The PIM kinases are serine/threonine kinases which function as proto-oncogenes and play a role in cell survival, through activation of genes involved in cell proliferation [4]. The three isoforms of the PIM kinases (PIM1, PIM2, and PIM3) play a major role in tumorigenesis [5].

The upregulation PIM2 gene, in variety of cancers, serves an important role in regulating signal transduction cascades involved in the promotion of cell survival and proliferation [6]. In addition, PIM2 gene expression is involved in the reduction of the cells’ sensitivity to various apoptotic stimuli and the negative response to the withdrawal of growth factor [7].

P65 (RelA), RelB, c-Rel, p105/p50, and p100/p52 are members of the NF-κB family of transcription factors. They form homo- or hetero-dimers and are involved in the regulation of multiple physiological and pathological processes. In resting cells, the members of the NF-κB family tend to localize in the cytoplasm associated with IκBs which is a family of inhibitor proteins. When stimulated, NF κB are released from their inhibitor proteins, translocate into the nucleus, and bind to its target genes and hence, regulates their transcription [8].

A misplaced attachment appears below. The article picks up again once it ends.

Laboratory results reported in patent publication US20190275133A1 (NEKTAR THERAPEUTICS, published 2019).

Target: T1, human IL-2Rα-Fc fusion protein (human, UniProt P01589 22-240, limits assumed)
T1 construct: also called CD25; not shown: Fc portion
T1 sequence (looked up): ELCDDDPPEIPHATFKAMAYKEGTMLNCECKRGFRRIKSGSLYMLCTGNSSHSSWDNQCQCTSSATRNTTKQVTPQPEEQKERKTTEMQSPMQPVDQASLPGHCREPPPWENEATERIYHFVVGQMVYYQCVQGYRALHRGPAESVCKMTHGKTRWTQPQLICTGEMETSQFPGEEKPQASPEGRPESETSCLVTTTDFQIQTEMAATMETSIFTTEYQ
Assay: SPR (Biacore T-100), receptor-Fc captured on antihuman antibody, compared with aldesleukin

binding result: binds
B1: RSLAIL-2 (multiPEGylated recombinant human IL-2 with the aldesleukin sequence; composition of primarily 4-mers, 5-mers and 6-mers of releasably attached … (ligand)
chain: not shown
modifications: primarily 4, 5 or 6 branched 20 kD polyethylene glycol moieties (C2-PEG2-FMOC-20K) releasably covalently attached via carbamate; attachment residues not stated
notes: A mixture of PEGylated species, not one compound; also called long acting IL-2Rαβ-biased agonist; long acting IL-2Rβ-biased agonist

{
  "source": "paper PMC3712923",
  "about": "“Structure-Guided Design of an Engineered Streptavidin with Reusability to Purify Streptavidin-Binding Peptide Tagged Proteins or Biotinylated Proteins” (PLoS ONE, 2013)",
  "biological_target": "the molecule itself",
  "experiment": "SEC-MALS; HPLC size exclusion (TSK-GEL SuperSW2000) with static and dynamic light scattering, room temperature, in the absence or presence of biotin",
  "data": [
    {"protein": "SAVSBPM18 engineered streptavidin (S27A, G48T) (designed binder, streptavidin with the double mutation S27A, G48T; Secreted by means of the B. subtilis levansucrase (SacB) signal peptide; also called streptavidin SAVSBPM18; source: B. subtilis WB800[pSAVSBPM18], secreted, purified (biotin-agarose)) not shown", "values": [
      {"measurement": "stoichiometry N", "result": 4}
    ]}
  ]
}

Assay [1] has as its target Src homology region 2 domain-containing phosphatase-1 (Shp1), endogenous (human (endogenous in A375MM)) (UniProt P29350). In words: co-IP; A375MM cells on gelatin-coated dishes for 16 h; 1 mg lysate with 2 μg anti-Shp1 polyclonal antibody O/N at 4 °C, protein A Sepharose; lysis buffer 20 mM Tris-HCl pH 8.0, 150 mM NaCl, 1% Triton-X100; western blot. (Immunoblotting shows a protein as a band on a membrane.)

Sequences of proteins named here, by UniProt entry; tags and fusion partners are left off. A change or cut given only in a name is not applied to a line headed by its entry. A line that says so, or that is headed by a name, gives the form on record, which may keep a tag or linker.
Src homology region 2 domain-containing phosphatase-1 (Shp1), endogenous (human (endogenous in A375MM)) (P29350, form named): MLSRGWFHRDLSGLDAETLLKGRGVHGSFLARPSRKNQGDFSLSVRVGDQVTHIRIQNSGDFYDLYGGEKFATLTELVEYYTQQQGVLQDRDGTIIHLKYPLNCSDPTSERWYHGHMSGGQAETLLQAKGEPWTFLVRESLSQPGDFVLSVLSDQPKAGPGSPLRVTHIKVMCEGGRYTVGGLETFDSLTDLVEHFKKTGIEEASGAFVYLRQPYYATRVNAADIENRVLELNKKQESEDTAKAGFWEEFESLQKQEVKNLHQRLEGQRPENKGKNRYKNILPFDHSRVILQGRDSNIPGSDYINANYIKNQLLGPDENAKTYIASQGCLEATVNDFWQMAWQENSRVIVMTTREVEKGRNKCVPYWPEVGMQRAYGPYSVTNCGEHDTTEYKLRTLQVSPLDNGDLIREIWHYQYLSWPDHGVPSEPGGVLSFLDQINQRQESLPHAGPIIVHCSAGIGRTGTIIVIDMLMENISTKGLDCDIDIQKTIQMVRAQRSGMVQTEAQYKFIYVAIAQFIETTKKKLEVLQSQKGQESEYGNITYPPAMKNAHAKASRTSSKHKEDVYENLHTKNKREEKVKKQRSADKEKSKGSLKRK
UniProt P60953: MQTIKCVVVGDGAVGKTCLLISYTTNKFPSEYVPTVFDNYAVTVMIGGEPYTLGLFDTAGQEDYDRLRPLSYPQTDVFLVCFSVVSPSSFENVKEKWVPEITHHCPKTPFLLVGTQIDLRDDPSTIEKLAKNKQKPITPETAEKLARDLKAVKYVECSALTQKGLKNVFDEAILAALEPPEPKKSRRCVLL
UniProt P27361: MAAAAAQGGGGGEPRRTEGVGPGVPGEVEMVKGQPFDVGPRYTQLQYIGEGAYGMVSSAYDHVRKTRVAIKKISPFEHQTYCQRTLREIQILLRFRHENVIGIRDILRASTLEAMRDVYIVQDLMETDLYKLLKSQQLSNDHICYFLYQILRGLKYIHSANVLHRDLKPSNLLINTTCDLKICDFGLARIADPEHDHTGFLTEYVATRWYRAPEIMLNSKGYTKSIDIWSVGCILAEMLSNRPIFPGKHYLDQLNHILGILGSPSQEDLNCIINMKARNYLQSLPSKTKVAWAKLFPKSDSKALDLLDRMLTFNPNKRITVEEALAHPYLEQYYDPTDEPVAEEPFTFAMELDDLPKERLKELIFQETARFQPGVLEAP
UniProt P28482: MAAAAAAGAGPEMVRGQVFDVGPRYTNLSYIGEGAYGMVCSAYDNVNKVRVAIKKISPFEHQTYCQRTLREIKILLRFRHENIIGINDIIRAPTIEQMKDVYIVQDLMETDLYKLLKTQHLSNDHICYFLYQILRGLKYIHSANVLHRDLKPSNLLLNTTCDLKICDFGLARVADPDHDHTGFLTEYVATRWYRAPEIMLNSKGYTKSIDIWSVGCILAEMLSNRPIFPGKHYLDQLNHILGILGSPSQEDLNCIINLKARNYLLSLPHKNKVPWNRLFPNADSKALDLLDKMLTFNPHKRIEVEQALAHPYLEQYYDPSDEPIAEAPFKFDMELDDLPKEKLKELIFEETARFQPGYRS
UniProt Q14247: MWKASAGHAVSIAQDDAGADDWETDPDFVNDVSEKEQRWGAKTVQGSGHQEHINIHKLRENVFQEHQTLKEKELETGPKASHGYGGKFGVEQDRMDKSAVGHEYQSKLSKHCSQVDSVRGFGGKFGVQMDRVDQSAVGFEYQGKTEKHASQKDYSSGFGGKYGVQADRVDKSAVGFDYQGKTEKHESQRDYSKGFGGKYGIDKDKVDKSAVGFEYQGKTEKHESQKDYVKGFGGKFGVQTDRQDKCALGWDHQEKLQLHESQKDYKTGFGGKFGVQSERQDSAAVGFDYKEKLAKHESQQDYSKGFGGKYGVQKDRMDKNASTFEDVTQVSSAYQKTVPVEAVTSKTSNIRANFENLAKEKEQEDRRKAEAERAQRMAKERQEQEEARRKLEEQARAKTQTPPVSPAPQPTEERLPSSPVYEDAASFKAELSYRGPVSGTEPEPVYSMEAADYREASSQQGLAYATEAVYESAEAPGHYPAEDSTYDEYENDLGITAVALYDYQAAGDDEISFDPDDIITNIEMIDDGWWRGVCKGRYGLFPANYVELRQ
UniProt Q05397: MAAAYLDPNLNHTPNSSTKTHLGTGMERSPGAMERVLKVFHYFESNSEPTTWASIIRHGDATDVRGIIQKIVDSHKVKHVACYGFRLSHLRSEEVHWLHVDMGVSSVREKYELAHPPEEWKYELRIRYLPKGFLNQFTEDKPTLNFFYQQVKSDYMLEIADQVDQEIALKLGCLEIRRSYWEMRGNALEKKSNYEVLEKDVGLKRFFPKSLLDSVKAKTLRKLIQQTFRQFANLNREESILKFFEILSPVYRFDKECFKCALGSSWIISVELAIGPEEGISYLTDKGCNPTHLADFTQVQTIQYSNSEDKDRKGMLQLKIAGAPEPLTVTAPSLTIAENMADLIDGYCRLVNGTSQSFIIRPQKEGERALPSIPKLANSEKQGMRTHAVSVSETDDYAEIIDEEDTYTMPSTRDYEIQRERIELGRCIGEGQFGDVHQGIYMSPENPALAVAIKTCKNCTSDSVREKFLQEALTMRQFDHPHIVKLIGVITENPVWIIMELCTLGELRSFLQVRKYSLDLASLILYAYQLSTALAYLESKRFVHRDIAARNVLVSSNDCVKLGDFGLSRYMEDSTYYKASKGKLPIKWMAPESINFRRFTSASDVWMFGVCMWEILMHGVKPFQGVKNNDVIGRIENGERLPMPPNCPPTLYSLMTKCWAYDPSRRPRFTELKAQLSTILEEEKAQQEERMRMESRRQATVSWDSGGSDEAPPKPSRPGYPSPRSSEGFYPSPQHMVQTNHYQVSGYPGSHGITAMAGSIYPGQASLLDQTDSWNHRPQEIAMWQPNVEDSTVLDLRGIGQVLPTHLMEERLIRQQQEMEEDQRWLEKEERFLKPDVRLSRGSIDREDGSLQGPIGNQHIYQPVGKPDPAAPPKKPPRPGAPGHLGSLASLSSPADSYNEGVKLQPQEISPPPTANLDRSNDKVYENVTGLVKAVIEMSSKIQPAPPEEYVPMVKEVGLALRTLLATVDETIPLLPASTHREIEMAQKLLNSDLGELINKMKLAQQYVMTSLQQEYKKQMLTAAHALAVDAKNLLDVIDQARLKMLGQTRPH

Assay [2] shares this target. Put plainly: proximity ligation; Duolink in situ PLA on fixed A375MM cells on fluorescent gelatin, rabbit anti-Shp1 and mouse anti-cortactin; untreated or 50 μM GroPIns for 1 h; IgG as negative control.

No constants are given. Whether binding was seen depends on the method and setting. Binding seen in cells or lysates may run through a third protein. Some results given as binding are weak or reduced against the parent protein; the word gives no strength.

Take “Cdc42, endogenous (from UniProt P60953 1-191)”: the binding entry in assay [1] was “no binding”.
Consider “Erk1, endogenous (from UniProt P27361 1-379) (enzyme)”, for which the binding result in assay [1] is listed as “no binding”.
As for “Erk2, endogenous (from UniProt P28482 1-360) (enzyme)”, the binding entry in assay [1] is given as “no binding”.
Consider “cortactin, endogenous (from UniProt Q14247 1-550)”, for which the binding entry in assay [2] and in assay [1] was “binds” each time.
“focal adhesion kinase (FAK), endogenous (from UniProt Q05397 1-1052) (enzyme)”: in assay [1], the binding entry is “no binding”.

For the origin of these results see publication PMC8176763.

The relationship between PIM2 and NF κB has been controversial in literature, with some studies placing PIM2 upstream of NF κB and other studies the reverse [9]. In the current case control study, we evaluated the significance of PIM2 and NF-κB genes expression level on the incidence of acute leukemia (AML and ALL) and its value in treatment response rate.

Methods

Patients

The present study was conducted on 60 de novo acute leukemia patients. The patients were recruited from the outpatient clinic of the National Cancer Institute (NCI). We divided the patients into 2 groups: the first group consisted of 30 de novo AML patients and the second group consisted of 30 de novo ALL patients. AML patients consisted of 18 males and 12 females while ALL patients’ group consisted of 12 males and 18 females. The ages of AML patients ranged between 17 and 70 years (33.7±14.2), while the ages of ALL patients ranged between 19 and 55 years (28.9±8.47). Thirty matched healthy subjects were recruited as controls. The control group consisted of 15 males and 15 females and their ages ranged from 17 to 53 years (29.23±8.47SD).